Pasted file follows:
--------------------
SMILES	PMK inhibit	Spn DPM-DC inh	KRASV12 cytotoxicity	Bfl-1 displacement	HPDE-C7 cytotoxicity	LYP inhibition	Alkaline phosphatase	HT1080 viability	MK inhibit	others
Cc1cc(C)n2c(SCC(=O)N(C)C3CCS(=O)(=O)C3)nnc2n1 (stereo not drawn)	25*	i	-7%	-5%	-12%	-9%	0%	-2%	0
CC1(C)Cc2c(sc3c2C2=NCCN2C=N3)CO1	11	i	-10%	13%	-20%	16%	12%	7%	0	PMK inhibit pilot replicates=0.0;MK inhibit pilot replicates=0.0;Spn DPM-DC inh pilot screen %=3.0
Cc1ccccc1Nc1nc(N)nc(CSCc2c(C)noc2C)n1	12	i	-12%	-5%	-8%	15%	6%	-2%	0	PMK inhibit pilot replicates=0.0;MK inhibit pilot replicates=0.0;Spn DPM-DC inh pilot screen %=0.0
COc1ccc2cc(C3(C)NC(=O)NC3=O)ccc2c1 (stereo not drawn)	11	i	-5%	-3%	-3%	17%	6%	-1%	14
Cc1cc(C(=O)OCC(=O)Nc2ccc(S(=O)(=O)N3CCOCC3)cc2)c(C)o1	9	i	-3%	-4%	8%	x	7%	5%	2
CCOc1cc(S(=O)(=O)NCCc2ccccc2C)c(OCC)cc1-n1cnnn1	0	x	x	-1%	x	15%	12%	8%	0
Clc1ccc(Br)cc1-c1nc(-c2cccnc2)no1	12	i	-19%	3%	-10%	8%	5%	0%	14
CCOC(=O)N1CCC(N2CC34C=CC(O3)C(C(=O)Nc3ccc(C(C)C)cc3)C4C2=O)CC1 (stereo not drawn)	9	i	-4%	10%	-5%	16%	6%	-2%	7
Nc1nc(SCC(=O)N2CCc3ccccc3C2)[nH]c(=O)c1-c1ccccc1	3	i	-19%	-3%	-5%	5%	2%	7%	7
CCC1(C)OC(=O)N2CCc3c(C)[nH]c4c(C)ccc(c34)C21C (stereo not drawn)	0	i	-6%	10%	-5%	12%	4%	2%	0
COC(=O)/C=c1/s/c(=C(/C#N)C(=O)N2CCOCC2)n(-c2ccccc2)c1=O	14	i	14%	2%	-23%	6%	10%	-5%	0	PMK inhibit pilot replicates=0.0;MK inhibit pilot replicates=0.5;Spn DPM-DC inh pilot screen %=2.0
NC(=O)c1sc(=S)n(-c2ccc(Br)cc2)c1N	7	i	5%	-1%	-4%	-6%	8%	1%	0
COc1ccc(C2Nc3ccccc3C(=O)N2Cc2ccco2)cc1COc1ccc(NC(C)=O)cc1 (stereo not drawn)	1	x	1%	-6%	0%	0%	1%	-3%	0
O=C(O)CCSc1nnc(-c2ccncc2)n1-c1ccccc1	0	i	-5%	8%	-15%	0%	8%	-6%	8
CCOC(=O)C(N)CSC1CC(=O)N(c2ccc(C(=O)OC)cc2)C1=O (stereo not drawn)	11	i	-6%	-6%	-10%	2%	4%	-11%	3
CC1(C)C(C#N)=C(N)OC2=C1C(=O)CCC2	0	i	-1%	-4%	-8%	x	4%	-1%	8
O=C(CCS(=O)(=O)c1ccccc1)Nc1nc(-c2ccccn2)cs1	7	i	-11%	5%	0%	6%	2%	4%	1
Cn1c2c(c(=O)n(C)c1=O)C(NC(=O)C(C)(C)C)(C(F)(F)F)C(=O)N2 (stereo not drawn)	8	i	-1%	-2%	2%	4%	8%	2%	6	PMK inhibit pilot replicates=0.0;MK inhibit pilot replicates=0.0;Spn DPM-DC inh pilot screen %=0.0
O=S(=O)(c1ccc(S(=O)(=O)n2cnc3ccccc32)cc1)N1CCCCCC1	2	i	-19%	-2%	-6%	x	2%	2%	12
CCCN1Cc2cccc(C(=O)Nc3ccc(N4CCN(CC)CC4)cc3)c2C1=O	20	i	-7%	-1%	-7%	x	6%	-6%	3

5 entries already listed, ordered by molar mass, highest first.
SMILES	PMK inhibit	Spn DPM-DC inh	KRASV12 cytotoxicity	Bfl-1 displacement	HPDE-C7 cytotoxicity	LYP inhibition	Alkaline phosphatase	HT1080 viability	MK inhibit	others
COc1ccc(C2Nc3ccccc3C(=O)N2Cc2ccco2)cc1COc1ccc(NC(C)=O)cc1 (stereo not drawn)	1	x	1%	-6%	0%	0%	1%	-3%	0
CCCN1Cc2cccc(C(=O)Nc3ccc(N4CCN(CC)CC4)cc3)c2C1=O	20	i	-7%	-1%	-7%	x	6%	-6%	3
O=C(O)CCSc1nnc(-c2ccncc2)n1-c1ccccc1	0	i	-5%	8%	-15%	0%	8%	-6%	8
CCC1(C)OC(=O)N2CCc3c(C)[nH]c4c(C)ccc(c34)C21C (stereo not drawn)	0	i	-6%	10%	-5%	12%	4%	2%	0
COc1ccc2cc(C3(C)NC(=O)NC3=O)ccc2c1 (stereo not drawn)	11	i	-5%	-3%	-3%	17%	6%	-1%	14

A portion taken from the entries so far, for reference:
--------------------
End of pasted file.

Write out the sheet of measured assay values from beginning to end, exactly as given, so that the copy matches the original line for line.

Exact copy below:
SMILES	PMK inhibit	Spn DPM-DC inh	KRASV12 cytotoxicity	Bfl-1 displacement	HPDE-C7 cytotoxicity	LYP inhibition	Alkaline phosphatase	HT1080 viability	MK inhibit	others
Cc1cc(C)n2c(SCC(=O)N(C)C3CCS(=O)(=O)C3)nnc2n1 (stereo not drawn)	25*	i	-7%	-5%	-12%	-9%	0%	-2%	0
CC1(C)Cc2c(sc3c2C2=NCCN2C=N3)CO1	11	i	-10%	13%	-20%	16%	12%	7%	0	PMK inhibit pilot replicates=0.0;MK inhibit pilot replicates=0.0;Spn DPM-DC inh pilot screen %=3.0
Cc1ccccc1Nc1nc(N)nc(CSCc2c(C)noc2C)n1	12	i	-12%	-5%	-8%	15%	6%	-2%	0	PMK inhibit pilot replicates=0.0;MK inhibit pilot replicates=0.0;Spn DPM-DC inh pilot screen %=0.0
COc1ccc2cc(C3(C)NC(=O)NC3=O)ccc2c1 (stereo not drawn)	11	i	-5%	-3%	-3%	17%	6%	-1%	14
Cc1cc(C(=O)OCC(=O)Nc2ccc(S(=O)(=O)N3CCOCC3)cc2)c(C)o1	9	i	-3%	-4%	8%	x	7%	5%	2
CCOc1cc(S(=O)(=O)NCCc2ccccc2C)c(OCC)cc1-n1cnnn1	0	x	x	-1%	x	15%	12%	8%	0
Clc1ccc(Br)cc1-c1nc(-c2cccnc2)no1	12	i	-19%	3%	-10%	8%	5%	0%	14
CCOC(=O)N1CCC(N2CC34C=CC(O3)C(C(=O)Nc3ccc(C(C)C)cc3)C4C2=O)CC1 (stereo not drawn)	9	i	-4%	10%	-5%	16%	6%	-2%	7
Nc1nc(SCC(=O)N2CCc3ccccc3C2)[nH]c(=O)c1-c1ccccc1	3	i	-19%	-3%	-5%	5%	2%	7%	7
CCC1(C)OC(=O)N2CCc3c(C)[nH]c4c(C)ccc(c34)C21C (stereo not drawn)	0	i	-6%	10%	-5%	12%	4%	2%	0
COC(=O)/C=c1/s/c(=C(/C#N)C(=O)N2CCOCC2)n(-c2ccccc2)c1=O	14	i	14%	2%	-23%	6%	10%	-5%	0	PMK inhibit pilot replicates=0.0;MK inhibit pilot replicates=0.5;Spn DPM-DC inh pilot screen %=2.0
NC(=O)c1sc(=S)n(-c2ccc(Br)cc2)c1N	7	i	5%	-1%	-4%	-6%	8%	1%	0
COc1ccc(C2Nc3ccccc3C(=O)N2Cc2ccco2)cc1COc1ccc(NC(C)=O)cc1 (stereo not drawn)	1	x	1%	-6%	0%	0%	1%	-3%	0
O=C(O)CCSc1nnc(-c2ccncc2)n1-c1ccccc1	0	i	-5%	8%	-15%	0%	8%	-6%	8
CCOC(=O)C(N)CSC1CC(=O)N(c2ccc(C(=O)OC)cc2)C1=O (stereo not drawn)	11	i	-6%	-6%	-10%	2%	4%	-11%	3
CC1(C)C(C#N)=C(N)OC2=C1C(=O)CCC2	0	i	-1%	-4%	-8%	x	4%	-1%	8
O=C(CCS(=O)(=O)c1ccccc1)Nc1nc(-c2ccccn2)cs1	7	i	-11%	5%	0%	6%	2%	4%	1
Cn1c2c(c(=O)n(C)c1=O)C(NC(=O)C(C)(C)C)(C(F)(F)F)C(=O)N2 (stereo not drawn)	8	i	-1%	-2%	2%	4%	8%	2%	6	PMK inhibit pilot replicates=0.0;MK inhibit pilot replicates=0.0;Spn DPM-DC inh pilot screen %=0.0
O=S(=O)(c1ccc(S(=O)(=O)n2cnc3ccccc32)cc1)N1CCCCCC1	2	i	-19%	-2%	-6%	x	2%	2%	12
CCCN1Cc2cccc(C(=O)Nc3ccc(N4CCN(CC)CC4)cc3)c2C1=O	20	i	-7%	-1%	-7%	x	6%	-6%	3

5 entries already listed, ordered by molar mass, highest first.
SMILES	PMK inhibit	Spn DPM-DC inh	KRASV12 cytotoxicity	Bfl-1 displacement	HPDE-C7 cytotoxicity	LYP inhibition	Alkaline phosphatase	HT1080 viability	MK inhibit	others
COc1ccc(C2Nc3ccccc3C(=O)N2Cc2ccco2)cc1COc1ccc(NC(C)=O)cc1 (stereo not drawn)	1	x	1%	-6%	0%	0%	1%	-3%	0
CCCN1Cc2cccc(C(=O)Nc3ccc(N4CCN(CC)CC4)cc3)c2C1=O	20	i	-7%	-1%	-7%	x	6%	-6%	3
O=C(O)CCSc1nnc(-c2ccncc2)n1-c1ccccc1	0	i	-5%	8%	-15%	0%	8%	-6%	8
CCC1(C)OC(=O)N2CCc3c(C)[nH]c4c(C)ccc(c34)C21C (stereo not drawn)	0	i	-6%	10%	-5%	12%	4%	2%	0
COc1ccc2cc(C3(C)NC(=O)NC3=O)ccc2c1 (stereo not drawn)	11	i	-5%	-3%	-3%	17%	6%	-1%	14

A portion taken from the entries so far, for reference: